For centuries, aliens have been arriving from Europe and Asia, imported as garden flowers, herbal flavorings or medicines, or just hitching a ride with crop seeds. They came from climates similar to ours and, finding no enemies, the likes of Garlic Mustard, Purple Loosestrife, Japanese Knotweed, and Japanese Barberry thrived to become pests.
Enter global warming. As the New England winters weaken, both plants and animals that could not survive here are moving northward. While white birches and other species are dying off because of the warmth, palms are already surviving in southern New Jersey and Pennsylvania, and kudzu, which has been called “the plant that ate the South,” has crossed the Mason-Dixon and is already in Connecticut.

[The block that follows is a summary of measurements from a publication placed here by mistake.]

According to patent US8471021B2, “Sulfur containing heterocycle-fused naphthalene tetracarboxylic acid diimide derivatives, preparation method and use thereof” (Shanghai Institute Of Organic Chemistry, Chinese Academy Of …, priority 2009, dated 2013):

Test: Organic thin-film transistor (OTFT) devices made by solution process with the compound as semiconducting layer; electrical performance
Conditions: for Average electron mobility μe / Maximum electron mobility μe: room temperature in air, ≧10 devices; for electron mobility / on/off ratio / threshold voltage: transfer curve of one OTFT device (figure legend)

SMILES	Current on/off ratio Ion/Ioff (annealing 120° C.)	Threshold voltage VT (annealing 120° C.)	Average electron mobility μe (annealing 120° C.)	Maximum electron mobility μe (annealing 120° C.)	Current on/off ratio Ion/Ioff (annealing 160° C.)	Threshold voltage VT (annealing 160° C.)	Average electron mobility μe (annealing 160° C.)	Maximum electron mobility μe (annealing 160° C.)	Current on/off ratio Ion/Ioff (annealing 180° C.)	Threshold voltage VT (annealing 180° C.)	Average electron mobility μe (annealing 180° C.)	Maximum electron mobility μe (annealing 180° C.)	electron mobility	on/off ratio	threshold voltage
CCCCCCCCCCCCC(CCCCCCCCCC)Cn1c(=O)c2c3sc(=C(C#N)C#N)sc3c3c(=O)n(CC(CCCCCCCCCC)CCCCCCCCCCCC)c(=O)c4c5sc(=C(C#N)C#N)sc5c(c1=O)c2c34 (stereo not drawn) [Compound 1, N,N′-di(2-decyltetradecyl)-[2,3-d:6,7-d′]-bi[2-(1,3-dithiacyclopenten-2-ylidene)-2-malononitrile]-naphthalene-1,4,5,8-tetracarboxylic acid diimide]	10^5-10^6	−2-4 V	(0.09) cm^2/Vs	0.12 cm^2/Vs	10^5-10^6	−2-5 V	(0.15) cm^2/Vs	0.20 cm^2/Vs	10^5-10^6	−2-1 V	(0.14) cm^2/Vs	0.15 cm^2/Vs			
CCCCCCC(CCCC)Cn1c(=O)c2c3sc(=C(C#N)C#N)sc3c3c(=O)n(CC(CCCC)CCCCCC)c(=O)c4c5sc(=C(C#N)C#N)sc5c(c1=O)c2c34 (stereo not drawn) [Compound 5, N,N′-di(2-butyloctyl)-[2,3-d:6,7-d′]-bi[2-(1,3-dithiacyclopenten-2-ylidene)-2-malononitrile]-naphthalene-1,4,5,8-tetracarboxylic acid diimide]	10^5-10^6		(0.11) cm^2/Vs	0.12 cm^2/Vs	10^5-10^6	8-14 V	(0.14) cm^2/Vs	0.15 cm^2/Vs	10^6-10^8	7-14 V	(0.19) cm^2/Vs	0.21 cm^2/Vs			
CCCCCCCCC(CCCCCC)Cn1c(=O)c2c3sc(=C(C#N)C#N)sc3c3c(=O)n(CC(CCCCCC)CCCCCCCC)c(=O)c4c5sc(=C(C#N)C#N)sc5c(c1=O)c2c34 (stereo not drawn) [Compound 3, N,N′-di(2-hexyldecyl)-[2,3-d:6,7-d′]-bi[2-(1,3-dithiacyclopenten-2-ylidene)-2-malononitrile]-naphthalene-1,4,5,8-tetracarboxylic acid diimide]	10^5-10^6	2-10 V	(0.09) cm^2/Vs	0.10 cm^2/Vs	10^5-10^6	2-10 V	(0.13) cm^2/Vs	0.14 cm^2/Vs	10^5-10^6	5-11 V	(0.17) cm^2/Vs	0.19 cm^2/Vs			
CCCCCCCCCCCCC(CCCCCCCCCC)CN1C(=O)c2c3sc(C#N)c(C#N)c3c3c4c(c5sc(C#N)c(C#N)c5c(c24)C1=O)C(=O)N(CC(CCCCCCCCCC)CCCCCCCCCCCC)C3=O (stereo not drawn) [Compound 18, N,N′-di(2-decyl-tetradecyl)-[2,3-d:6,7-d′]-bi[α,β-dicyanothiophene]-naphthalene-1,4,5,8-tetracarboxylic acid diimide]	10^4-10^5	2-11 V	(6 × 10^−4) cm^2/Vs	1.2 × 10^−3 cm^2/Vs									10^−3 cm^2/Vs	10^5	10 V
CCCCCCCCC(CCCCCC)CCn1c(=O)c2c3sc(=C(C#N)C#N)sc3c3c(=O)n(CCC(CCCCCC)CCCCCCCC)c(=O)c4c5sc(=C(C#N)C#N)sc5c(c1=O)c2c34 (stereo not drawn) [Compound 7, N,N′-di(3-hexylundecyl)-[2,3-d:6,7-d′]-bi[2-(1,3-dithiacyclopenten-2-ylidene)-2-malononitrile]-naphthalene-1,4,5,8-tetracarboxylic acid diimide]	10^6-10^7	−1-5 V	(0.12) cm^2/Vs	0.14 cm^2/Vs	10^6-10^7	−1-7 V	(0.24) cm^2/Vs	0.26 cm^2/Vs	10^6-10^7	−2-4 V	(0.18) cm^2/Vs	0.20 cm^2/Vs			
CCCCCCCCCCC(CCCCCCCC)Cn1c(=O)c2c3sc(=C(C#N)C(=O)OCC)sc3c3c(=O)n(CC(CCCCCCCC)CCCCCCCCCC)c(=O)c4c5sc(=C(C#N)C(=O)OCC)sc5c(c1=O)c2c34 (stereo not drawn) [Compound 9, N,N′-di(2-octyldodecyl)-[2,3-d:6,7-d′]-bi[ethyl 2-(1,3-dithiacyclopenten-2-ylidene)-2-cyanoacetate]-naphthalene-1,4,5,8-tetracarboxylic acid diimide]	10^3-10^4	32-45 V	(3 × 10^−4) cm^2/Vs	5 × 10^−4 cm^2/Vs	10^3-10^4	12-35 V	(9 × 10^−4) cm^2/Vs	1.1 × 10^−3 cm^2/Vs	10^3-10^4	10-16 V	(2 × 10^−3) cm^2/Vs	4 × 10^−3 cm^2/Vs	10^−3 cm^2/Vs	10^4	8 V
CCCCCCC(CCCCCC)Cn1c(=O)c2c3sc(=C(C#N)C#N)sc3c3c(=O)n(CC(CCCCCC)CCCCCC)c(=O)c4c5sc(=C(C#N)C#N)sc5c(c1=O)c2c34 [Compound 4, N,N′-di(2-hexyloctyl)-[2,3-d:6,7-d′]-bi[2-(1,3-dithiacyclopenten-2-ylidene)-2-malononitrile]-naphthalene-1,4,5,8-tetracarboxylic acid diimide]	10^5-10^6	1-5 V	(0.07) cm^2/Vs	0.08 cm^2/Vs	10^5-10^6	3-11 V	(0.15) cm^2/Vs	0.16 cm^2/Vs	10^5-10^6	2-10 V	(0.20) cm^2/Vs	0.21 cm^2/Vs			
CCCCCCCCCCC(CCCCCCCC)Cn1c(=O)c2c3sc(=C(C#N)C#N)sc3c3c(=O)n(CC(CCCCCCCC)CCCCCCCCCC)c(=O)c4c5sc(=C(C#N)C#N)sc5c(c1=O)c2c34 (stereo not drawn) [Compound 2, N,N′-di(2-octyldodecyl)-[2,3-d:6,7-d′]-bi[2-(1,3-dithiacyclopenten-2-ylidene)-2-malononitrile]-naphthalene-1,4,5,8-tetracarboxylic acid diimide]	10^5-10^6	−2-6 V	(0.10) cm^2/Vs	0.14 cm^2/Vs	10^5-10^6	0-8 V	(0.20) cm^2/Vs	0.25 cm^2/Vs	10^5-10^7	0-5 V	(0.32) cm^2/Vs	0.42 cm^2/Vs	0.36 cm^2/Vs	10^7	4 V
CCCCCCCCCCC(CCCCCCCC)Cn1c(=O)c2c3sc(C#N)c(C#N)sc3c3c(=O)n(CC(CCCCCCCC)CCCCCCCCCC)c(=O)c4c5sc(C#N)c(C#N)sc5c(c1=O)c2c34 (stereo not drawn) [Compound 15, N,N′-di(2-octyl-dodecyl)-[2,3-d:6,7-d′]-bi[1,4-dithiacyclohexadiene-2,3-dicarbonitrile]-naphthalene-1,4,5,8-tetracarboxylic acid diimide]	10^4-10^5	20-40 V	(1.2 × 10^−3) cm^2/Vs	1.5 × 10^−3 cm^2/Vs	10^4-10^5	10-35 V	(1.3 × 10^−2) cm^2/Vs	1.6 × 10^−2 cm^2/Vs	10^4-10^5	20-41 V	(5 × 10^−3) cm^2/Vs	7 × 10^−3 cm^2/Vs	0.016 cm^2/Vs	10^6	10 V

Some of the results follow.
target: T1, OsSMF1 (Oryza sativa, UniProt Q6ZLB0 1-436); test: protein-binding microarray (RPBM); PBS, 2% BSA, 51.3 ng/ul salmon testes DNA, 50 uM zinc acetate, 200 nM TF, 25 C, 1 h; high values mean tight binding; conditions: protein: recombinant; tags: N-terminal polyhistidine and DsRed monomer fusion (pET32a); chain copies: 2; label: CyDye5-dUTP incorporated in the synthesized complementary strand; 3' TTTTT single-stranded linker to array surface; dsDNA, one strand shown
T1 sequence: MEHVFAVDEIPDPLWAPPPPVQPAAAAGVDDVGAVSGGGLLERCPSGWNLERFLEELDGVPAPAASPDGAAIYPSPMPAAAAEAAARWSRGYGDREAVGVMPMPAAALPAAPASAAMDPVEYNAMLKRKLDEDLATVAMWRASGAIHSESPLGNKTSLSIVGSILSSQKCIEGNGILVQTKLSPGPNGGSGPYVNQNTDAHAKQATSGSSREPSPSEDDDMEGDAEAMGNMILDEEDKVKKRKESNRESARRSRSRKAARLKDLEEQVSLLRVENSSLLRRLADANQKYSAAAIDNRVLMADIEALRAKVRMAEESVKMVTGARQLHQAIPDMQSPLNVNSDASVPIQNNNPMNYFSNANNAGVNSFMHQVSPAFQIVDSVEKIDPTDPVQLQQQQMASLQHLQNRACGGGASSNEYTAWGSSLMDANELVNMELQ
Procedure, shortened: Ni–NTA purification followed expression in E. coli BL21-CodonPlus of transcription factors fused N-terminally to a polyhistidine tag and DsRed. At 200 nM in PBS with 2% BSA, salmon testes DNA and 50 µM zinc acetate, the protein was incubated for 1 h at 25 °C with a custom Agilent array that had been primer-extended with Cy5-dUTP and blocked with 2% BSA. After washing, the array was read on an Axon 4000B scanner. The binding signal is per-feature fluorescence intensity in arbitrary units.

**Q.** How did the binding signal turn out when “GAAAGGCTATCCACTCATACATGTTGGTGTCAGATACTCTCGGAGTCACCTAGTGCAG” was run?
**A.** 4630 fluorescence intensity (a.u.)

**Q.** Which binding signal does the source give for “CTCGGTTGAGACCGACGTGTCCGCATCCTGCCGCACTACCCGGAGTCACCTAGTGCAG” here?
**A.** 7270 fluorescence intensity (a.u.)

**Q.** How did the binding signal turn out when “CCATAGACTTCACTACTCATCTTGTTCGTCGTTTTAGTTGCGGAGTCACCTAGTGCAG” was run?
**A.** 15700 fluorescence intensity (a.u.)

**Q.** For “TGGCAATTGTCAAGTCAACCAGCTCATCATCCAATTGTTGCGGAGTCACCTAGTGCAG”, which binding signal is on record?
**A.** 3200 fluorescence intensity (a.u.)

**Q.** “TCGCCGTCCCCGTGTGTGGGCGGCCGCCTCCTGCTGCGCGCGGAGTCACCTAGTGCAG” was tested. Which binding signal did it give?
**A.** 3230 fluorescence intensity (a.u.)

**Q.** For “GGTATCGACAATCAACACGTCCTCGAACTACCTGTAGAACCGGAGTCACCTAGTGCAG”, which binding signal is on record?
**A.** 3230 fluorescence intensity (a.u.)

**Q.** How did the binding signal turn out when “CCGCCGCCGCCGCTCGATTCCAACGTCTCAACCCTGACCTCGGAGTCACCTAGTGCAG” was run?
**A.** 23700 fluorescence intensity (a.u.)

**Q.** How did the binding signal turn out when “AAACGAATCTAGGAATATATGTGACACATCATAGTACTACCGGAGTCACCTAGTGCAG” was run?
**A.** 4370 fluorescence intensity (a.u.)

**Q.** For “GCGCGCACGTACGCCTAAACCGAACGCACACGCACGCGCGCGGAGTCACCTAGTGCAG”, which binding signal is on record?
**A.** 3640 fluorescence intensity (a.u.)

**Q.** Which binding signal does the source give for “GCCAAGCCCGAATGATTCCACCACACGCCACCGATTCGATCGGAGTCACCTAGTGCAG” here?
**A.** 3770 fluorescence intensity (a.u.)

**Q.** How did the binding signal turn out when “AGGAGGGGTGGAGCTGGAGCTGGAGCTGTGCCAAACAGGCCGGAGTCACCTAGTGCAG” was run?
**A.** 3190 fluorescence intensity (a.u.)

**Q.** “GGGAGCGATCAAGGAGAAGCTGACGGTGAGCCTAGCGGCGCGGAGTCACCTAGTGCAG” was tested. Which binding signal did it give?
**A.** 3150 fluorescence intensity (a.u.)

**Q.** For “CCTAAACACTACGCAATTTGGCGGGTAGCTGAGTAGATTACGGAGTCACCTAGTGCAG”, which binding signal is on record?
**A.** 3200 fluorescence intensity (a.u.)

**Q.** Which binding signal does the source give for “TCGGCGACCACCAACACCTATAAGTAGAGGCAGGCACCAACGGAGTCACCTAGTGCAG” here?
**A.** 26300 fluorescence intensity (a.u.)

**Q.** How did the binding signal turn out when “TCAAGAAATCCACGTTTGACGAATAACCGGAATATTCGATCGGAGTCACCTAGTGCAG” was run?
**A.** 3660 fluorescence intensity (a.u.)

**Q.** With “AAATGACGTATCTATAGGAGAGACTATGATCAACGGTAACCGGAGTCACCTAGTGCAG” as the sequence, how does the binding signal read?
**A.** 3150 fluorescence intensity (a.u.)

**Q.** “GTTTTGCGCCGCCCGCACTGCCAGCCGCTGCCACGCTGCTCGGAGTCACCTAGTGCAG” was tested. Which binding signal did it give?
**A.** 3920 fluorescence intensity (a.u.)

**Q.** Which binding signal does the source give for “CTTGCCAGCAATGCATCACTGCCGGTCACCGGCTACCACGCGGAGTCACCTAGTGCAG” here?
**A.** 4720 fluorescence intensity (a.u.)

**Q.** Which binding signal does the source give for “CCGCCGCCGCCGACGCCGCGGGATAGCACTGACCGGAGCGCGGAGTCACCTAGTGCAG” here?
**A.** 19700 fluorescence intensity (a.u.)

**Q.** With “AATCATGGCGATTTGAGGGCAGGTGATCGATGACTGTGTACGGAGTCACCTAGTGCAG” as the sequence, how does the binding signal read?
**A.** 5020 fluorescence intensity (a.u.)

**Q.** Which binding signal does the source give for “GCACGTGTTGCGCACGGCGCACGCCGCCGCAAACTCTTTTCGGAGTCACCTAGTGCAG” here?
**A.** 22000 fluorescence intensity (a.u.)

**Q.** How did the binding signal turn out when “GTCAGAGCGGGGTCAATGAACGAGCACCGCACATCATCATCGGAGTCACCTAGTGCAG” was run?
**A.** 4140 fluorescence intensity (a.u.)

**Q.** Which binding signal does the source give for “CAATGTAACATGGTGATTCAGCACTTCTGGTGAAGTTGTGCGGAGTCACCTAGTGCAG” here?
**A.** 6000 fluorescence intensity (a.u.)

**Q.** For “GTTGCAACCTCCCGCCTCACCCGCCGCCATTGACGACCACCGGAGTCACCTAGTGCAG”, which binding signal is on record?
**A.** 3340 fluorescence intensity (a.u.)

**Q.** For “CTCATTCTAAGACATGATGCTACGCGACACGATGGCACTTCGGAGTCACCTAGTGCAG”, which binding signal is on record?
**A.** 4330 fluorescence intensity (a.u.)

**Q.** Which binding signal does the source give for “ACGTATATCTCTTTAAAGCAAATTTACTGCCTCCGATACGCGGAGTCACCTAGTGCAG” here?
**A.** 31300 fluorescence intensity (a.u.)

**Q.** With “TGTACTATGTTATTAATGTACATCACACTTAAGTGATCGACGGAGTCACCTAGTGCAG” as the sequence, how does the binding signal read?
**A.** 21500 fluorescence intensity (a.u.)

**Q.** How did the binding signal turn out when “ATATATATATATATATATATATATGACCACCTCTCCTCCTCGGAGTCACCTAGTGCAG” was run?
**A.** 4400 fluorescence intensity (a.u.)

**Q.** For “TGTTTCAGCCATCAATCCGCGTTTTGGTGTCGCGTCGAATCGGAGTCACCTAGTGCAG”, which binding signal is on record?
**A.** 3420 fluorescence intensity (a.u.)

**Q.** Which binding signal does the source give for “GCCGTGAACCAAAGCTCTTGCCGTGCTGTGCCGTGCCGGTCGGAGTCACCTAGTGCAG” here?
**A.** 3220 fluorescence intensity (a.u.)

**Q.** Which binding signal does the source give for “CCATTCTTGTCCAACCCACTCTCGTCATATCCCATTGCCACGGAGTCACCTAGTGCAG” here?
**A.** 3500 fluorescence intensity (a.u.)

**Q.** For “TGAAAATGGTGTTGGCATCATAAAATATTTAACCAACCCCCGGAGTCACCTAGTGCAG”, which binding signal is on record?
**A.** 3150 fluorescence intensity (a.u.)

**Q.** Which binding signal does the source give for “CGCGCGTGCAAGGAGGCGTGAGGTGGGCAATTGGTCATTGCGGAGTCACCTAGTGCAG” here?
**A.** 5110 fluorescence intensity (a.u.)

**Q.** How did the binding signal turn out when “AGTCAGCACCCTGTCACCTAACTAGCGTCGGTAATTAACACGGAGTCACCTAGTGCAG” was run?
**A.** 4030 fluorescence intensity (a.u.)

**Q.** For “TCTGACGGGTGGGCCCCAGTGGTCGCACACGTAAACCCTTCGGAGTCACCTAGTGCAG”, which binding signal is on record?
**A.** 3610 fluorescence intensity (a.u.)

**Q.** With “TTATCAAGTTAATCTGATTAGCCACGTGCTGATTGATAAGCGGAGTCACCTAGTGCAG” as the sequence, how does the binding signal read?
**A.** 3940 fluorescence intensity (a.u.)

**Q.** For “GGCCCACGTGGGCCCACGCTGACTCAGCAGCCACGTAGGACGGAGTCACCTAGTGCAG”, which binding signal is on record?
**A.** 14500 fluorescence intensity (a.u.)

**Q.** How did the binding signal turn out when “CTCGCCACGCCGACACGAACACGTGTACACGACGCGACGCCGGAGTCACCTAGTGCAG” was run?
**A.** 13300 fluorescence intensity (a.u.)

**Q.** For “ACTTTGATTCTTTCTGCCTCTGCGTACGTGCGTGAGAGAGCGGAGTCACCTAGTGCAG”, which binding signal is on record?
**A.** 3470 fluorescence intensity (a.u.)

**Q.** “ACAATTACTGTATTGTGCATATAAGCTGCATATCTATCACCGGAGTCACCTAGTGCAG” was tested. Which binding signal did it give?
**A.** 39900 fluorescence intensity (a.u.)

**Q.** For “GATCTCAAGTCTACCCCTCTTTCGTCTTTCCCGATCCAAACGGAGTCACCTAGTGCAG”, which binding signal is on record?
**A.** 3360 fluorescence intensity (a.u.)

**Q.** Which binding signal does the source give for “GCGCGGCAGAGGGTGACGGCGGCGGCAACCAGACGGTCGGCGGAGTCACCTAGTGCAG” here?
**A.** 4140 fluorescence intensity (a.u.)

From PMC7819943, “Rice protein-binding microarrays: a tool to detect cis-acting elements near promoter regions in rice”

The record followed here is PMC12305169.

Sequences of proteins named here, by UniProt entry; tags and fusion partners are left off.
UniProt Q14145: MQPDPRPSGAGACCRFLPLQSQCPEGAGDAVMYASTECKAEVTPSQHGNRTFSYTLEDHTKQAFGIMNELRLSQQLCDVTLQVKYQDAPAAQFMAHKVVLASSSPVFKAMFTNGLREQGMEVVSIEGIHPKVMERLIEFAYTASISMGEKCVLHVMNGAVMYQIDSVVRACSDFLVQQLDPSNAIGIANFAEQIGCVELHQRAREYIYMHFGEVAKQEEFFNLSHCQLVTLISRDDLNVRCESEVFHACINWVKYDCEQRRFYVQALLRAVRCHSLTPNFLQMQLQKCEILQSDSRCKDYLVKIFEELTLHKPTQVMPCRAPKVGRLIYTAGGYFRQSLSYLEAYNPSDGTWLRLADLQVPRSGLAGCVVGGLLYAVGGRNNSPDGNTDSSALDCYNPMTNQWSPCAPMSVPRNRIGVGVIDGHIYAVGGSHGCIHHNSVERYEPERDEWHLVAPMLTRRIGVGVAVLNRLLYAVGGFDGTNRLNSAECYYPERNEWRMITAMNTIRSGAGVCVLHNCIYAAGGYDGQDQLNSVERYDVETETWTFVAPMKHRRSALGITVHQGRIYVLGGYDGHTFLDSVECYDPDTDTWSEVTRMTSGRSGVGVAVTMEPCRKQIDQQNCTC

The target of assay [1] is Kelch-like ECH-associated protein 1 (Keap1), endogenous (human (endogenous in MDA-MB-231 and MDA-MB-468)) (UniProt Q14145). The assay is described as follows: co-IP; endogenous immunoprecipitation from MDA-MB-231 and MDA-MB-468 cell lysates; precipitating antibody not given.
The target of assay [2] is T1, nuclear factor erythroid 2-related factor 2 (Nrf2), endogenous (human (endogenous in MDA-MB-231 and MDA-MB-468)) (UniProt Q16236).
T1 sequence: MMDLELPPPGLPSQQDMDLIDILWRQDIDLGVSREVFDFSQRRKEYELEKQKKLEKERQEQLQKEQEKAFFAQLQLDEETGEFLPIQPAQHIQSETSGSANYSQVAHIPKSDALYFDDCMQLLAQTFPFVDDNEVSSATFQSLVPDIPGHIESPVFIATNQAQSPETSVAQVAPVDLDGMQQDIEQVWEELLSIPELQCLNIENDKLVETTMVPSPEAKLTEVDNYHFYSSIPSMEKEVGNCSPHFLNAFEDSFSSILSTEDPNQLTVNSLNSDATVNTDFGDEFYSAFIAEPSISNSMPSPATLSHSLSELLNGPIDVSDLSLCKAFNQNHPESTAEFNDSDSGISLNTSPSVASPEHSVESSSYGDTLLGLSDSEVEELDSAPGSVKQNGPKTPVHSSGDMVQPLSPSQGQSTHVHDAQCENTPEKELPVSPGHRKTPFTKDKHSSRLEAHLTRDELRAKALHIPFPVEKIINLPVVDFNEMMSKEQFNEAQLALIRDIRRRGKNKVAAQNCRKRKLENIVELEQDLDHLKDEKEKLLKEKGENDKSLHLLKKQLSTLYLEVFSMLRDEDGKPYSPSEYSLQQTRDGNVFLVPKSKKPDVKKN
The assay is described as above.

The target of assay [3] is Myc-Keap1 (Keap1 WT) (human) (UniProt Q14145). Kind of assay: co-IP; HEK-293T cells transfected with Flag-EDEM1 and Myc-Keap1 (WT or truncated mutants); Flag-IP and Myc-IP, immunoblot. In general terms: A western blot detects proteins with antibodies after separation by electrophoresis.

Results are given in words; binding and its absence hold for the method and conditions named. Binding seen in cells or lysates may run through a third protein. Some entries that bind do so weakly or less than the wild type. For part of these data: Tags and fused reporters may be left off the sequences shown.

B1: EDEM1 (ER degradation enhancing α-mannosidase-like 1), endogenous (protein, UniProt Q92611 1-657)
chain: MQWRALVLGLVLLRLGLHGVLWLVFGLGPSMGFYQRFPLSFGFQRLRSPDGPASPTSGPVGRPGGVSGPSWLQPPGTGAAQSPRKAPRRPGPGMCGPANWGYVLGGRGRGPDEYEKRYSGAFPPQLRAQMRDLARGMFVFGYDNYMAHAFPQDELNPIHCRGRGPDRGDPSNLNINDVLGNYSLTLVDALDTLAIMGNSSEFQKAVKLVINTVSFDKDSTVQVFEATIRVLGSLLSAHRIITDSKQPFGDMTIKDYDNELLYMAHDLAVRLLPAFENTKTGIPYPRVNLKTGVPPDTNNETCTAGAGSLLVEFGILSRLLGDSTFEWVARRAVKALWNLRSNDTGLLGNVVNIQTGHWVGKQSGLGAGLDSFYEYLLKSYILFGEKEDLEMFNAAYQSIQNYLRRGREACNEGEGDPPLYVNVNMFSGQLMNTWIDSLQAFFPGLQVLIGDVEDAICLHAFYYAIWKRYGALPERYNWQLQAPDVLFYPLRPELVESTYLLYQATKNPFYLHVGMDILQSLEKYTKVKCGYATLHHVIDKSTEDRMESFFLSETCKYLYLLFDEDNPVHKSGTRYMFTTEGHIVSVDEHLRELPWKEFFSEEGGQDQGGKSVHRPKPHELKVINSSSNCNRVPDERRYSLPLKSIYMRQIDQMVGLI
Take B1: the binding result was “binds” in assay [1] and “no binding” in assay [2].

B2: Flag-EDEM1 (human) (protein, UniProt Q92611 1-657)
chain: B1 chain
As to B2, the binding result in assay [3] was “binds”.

How to deal with so complex a problem befuddles even the experts, but it can’t hurt for us to leave a smaller footprint on our Earth, while at the same time, stomping invasives when we spot them.